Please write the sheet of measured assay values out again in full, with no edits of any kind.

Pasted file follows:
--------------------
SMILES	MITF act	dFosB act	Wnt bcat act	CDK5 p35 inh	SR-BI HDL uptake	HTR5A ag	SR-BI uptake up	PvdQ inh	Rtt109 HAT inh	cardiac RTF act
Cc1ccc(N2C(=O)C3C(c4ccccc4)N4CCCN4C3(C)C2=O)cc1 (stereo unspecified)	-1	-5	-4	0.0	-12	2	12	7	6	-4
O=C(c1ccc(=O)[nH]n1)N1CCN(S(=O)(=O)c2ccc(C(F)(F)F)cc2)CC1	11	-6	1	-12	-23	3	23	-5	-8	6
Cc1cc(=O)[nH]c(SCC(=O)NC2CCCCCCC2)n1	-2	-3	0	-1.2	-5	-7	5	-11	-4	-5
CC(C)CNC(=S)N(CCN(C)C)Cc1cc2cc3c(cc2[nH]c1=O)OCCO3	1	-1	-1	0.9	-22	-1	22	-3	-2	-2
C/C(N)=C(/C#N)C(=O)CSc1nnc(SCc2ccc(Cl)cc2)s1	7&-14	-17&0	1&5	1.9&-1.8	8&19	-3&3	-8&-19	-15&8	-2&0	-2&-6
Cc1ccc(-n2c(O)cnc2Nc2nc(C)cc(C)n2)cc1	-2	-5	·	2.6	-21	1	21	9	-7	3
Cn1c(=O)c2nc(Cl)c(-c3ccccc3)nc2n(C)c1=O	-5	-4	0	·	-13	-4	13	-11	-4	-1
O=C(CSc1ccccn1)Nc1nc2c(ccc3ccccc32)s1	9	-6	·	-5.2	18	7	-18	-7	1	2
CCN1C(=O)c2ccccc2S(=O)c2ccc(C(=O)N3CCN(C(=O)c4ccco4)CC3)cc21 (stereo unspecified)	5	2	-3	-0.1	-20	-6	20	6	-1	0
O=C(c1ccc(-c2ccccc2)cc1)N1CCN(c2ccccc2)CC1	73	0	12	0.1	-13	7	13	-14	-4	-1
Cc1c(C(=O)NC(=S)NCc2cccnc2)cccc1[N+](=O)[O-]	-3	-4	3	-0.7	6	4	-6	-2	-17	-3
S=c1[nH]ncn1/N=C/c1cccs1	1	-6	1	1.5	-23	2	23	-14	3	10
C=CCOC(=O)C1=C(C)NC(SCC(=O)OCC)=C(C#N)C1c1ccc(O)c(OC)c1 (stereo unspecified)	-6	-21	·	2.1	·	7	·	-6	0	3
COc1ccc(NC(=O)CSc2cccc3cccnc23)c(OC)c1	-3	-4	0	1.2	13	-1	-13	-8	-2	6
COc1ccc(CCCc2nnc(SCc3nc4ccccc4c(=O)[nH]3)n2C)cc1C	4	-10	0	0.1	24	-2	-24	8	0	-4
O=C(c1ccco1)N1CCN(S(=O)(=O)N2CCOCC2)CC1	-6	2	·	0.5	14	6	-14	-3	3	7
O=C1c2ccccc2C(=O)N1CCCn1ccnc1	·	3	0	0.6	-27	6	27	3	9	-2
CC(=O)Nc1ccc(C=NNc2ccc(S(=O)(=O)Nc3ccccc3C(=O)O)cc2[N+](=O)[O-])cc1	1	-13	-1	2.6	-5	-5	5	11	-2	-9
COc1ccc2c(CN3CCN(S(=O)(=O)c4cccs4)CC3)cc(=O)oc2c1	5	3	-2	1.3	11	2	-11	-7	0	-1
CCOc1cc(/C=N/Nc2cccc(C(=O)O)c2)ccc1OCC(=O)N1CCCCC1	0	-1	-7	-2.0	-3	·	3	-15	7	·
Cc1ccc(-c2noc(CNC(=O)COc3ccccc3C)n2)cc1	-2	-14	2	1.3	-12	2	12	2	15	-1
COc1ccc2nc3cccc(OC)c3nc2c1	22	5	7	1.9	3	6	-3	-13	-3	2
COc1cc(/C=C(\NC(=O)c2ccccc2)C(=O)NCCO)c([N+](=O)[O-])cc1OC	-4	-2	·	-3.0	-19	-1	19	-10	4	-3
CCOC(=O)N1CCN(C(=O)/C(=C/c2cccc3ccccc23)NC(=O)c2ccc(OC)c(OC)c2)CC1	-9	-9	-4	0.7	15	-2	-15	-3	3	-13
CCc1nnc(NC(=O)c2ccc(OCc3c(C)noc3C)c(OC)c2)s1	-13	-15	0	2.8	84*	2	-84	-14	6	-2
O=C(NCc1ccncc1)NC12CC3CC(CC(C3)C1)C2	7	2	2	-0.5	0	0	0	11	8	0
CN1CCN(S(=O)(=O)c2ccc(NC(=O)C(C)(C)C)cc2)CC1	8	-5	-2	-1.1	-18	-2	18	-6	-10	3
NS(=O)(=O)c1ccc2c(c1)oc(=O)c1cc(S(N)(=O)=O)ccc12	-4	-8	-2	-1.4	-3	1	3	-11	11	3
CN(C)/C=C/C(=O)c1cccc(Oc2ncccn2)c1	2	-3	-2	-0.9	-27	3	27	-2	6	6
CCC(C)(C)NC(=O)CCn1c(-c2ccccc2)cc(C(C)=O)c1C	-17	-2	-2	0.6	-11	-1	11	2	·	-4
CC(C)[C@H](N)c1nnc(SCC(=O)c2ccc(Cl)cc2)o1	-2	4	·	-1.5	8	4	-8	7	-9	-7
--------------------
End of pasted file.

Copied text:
SMILES	MITF act	dFosB act	Wnt bcat act	CDK5 p35 inh	SR-BI HDL uptake	HTR5A ag	SR-BI uptake up	PvdQ inh	Rtt109 HAT inh	cardiac RTF act
Cc1ccc(N2C(=O)C3C(c4ccccc4)N4CCCN4C3(C)C2=O)cc1 (stereo unspecified)	-1	-5	-4	0.0	-12	2	12	7	6	-4
O=C(c1ccc(=O)[nH]n1)N1CCN(S(=O)(=O)c2ccc(C(F)(F)F)cc2)CC1	11	-6	1	-12	-23	3	23	-5	-8	6
Cc1cc(=O)[nH]c(SCC(=O)NC2CCCCCCC2)n1	-2	-3	0	-1.2	-5	-7	5	-11	-4	-5
CC(C)CNC(=S)N(CCN(C)C)Cc1cc2cc3c(cc2[nH]c1=O)OCCO3	1	-1	-1	0.9	-22	-1	22	-3	-2	-2
C/C(N)=C(/C#N)C(=O)CSc1nnc(SCc2ccc(Cl)cc2)s1	7&-14	-17&0	1&5	1.9&-1.8	8&19	-3&3	-8&-19	-15&8	-2&0	-2&-6
Cc1ccc(-n2c(O)cnc2Nc2nc(C)cc(C)n2)cc1	-2	-5	·	2.6	-21	1	21	9	-7	3
Cn1c(=O)c2nc(Cl)c(-c3ccccc3)nc2n(C)c1=O	-5	-4	0	·	-13	-4	13	-11	-4	-1
O=C(CSc1ccccn1)Nc1nc2c(ccc3ccccc32)s1	9	-6	·	-5.2	18	7	-18	-7	1	2
CCN1C(=O)c2ccccc2S(=O)c2ccc(C(=O)N3CCN(C(=O)c4ccco4)CC3)cc21 (stereo unspecified)	5	2	-3	-0.1	-20	-6	20	6	-1	0
O=C(c1ccc(-c2ccccc2)cc1)N1CCN(c2ccccc2)CC1	73	0	12	0.1	-13	7	13	-14	-4	-1
Cc1c(C(=O)NC(=S)NCc2cccnc2)cccc1[N+](=O)[O-]	-3	-4	3	-0.7	6	4	-6	-2	-17	-3
S=c1[nH]ncn1/N=C/c1cccs1	1	-6	1	1.5	-23	2	23	-14	3	10
C=CCOC(=O)C1=C(C)NC(SCC(=O)OCC)=C(C#N)C1c1ccc(O)c(OC)c1 (stereo unspecified)	-6	-21	·	2.1	·	7	·	-6	0	3
COc1ccc(NC(=O)CSc2cccc3cccnc23)c(OC)c1	-3	-4	0	1.2	13	-1	-13	-8	-2	6
COc1ccc(CCCc2nnc(SCc3nc4ccccc4c(=O)[nH]3)n2C)cc1C	4	-10	0	0.1	24	-2	-24	8	0	-4
O=C(c1ccco1)N1CCN(S(=O)(=O)N2CCOCC2)CC1	-6	2	·	0.5	14	6	-14	-3	3	7
O=C1c2ccccc2C(=O)N1CCCn1ccnc1	·	3	0	0.6	-27	6	27	3	9	-2
CC(=O)Nc1ccc(C=NNc2ccc(S(=O)(=O)Nc3ccccc3C(=O)O)cc2[N+](=O)[O-])cc1	1	-13	-1	2.6	-5	-5	5	11	-2	-9
COc1ccc2c(CN3CCN(S(=O)(=O)c4cccs4)CC3)cc(=O)oc2c1	5	3	-2	1.3	11	2	-11	-7	0	-1
CCOc1cc(/C=N/Nc2cccc(C(=O)O)c2)ccc1OCC(=O)N1CCCCC1	0	-1	-7	-2.0	-3	·	3	-15	7	·
Cc1ccc(-c2noc(CNC(=O)COc3ccccc3C)n2)cc1	-2	-14	2	1.3	-12	2	12	2	15	-1
COc1ccc2nc3cccc(OC)c3nc2c1	22	5	7	1.9	3	6	-3	-13	-3	2
COc1cc(/C=C(\NC(=O)c2ccccc2)C(=O)NCCO)c([N+](=O)[O-])cc1OC	-4	-2	·	-3.0	-19	-1	19	-10	4	-3
CCOC(=O)N1CCN(C(=O)/C(=C/c2cccc3ccccc23)NC(=O)c2ccc(OC)c(OC)c2)CC1	-9	-9	-4	0.7	15	-2	-15	-3	3	-13
CCc1nnc(NC(=O)c2ccc(OCc3c(C)noc3C)c(OC)c2)s1	-13	-15	0	2.8	84*	2	-84	-14	6	-2
O=C(NCc1ccncc1)NC12CC3CC(CC(C3)C1)C2	7	2	2	-0.5	0	0	0	11	8	0
CN1CCN(S(=O)(=O)c2ccc(NC(=O)C(C)(C)C)cc2)CC1	8	-5	-2	-1.1	-18	-2	18	-6	-10	3
NS(=O)(=O)c1ccc2c(c1)oc(=O)c1cc(S(N)(=O)=O)ccc12	-4	-8	-2	-1.4	-3	1	3	-11	11	3
CN(C)/C=C/C(=O)c1cccc(Oc2ncccn2)c1	2	-3	-2	-0.9	-27	3	27	-2	6	6
CCC(C)(C)NC(=O)CCn1c(-c2ccccc2)cc(C(C)=O)c1C	-17	-2	-2	0.6	-11	-1	11	2	·	-4
CC(C)[C@H](N)c1nnc(SCC(=O)c2ccc(Cl)cc2)o1	-2	4	·	-1.5	8	4	-8	7	-9	-7